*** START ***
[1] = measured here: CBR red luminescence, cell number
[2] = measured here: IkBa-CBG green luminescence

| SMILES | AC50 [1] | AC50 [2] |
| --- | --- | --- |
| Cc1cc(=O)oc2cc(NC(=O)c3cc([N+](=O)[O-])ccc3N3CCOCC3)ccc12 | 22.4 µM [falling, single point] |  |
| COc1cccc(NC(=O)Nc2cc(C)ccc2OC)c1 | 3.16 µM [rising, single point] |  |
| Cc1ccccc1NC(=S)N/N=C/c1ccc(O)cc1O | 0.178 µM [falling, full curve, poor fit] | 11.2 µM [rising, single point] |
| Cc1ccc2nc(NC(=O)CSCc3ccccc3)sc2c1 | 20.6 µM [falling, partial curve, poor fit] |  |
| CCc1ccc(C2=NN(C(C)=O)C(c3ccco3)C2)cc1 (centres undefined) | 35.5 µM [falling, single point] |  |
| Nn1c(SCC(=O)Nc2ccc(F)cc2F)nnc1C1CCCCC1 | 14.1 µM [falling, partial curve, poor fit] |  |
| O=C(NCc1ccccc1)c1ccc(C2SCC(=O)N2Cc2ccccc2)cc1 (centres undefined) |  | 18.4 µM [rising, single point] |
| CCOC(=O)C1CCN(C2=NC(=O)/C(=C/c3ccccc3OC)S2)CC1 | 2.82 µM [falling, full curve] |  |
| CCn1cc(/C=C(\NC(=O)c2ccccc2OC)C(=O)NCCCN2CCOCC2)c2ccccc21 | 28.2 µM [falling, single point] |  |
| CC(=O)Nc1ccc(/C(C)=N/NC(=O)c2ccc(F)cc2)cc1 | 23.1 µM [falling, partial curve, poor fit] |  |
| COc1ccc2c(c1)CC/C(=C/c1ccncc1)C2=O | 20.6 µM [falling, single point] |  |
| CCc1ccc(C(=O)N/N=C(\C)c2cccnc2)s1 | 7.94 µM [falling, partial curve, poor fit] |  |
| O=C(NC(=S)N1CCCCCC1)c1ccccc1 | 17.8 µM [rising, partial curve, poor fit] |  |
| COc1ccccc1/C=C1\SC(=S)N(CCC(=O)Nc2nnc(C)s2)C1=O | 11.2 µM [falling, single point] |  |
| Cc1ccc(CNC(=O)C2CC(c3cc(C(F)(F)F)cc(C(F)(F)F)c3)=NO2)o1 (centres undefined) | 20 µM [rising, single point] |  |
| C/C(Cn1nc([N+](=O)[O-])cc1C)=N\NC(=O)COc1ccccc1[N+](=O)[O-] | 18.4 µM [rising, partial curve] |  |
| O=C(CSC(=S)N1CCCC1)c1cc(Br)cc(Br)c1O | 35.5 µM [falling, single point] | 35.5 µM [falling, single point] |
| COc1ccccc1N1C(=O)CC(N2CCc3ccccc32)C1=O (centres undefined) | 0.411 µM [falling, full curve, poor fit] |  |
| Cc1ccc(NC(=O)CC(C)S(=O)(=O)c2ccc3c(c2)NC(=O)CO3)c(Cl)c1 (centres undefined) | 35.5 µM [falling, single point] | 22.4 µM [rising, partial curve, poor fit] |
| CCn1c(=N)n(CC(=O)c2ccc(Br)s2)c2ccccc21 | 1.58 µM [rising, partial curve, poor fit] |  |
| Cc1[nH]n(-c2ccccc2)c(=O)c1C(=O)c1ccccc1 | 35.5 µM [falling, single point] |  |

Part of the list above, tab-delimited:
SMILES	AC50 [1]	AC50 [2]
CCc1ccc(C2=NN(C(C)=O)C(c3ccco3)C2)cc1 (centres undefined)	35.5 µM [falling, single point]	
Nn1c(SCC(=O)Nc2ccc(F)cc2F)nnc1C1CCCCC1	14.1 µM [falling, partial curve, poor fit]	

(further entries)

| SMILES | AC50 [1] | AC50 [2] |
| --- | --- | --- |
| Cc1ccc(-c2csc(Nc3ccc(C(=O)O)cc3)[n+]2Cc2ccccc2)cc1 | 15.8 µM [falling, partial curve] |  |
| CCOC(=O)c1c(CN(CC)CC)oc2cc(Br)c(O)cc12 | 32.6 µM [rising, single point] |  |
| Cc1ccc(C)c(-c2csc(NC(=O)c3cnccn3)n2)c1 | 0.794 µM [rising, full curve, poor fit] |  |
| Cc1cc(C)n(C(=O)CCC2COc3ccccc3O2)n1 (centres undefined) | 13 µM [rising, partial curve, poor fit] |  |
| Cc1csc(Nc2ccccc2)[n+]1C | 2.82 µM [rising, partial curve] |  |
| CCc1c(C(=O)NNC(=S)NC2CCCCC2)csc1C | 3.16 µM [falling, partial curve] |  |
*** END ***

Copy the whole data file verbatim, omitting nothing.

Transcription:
[1] = measured here: CBR red luminescence, cell number
[2] = measured here: IkBa-CBG green luminescence

| SMILES | AC50 [1] | AC50 [2] |
| --- | --- | --- |
| Cc1cc(=O)oc2cc(NC(=O)c3cc([N+](=O)[O-])ccc3N3CCOCC3)ccc12 | 22.4 µM [falling, single point] |  |
| COc1cccc(NC(=O)Nc2cc(C)ccc2OC)c1 | 3.16 µM [rising, single point] |  |
| Cc1ccccc1NC(=S)N/N=C/c1ccc(O)cc1O | 0.178 µM [falling, full curve, poor fit] | 11.2 µM [rising, single point] |
| Cc1ccc2nc(NC(=O)CSCc3ccccc3)sc2c1 | 20.6 µM [falling, partial curve, poor fit] |  |
| CCc1ccc(C2=NN(C(C)=O)C(c3ccco3)C2)cc1 (centres undefined) | 35.5 µM [falling, single point] |  |
| Nn1c(SCC(=O)Nc2ccc(F)cc2F)nnc1C1CCCCC1 | 14.1 µM [falling, partial curve, poor fit] |  |
| O=C(NCc1ccccc1)c1ccc(C2SCC(=O)N2Cc2ccccc2)cc1 (centres undefined) |  | 18.4 µM [rising, single point] |
| CCOC(=O)C1CCN(C2=NC(=O)/C(=C/c3ccccc3OC)S2)CC1 | 2.82 µM [falling, full curve] |  |
| CCn1cc(/C=C(\NC(=O)c2ccccc2OC)C(=O)NCCCN2CCOCC2)c2ccccc21 | 28.2 µM [falling, single point] |  |
| CC(=O)Nc1ccc(/C(C)=N/NC(=O)c2ccc(F)cc2)cc1 | 23.1 µM [falling, partial curve, poor fit] |  |
| COc1ccc2c(c1)CC/C(=C/c1ccncc1)C2=O | 20.6 µM [falling, single point] |  |
| CCc1ccc(C(=O)N/N=C(\C)c2cccnc2)s1 | 7.94 µM [falling, partial curve, poor fit] |  |
| O=C(NC(=S)N1CCCCCC1)c1ccccc1 | 17.8 µM [rising, partial curve, poor fit] |  |
| COc1ccccc1/C=C1\SC(=S)N(CCC(=O)Nc2nnc(C)s2)C1=O | 11.2 µM [falling, single point] |  |
| Cc1ccc(CNC(=O)C2CC(c3cc(C(F)(F)F)cc(C(F)(F)F)c3)=NO2)o1 (centres undefined) | 20 µM [rising, single point] |  |
| C/C(Cn1nc([N+](=O)[O-])cc1C)=N\NC(=O)COc1ccccc1[N+](=O)[O-] | 18.4 µM [rising, partial curve] |  |
| O=C(CSC(=S)N1CCCC1)c1cc(Br)cc(Br)c1O | 35.5 µM [falling, single point] | 35.5 µM [falling, single point] |
| COc1ccccc1N1C(=O)CC(N2CCc3ccccc32)C1=O (centres undefined) | 0.411 µM [falling, full curve, poor fit] |  |
| Cc1ccc(NC(=O)CC(C)S(=O)(=O)c2ccc3c(c2)NC(=O)CO3)c(Cl)c1 (centres undefined) | 35.5 µM [falling, single point] | 22.4 µM [rising, partial curve, poor fit] |
| CCn1c(=N)n(CC(=O)c2ccc(Br)s2)c2ccccc21 | 1.58 µM [rising, partial curve, poor fit] |  |
| Cc1[nH]n(-c2ccccc2)c(=O)c1C(=O)c1ccccc1 | 35.5 µM [falling, single point] |  |

Part of the list above, tab-delimited:
SMILES	AC50 [1]	AC50 [2]
CCc1ccc(C2=NN(C(C)=O)C(c3ccco3)C2)cc1 (centres undefined)	35.5 µM [falling, single point]	
Nn1c(SCC(=O)Nc2ccc(F)cc2F)nnc1C1CCCCC1	14.1 µM [falling, partial curve, poor fit]	

(further entries)

| SMILES | AC50 [1] | AC50 [2] |
| --- | --- | --- |
| Cc1ccc(-c2csc(Nc3ccc(C(=O)O)cc3)[n+]2Cc2ccccc2)cc1 | 15.8 µM [falling, partial curve] |  |
| CCOC(=O)c1c(CN(CC)CC)oc2cc(Br)c(O)cc12 | 32.6 µM [rising, single point] |  |
| Cc1ccc(C)c(-c2csc(NC(=O)c3cnccn3)n2)c1 | 0.794 µM [rising, full curve, poor fit] |  |
| Cc1cc(C)n(C(=O)CCC2COc3ccccc3O2)n1 (centres undefined) | 13 µM [rising, partial curve, poor fit] |  |
| Cc1csc(Nc2ccccc2)[n+]1C | 2.82 µM [rising, partial curve] |  |
| CCc1c(C(=O)NNC(=S)NC2CCCCC2)csc1C | 3.16 µM [falling, partial curve] |  |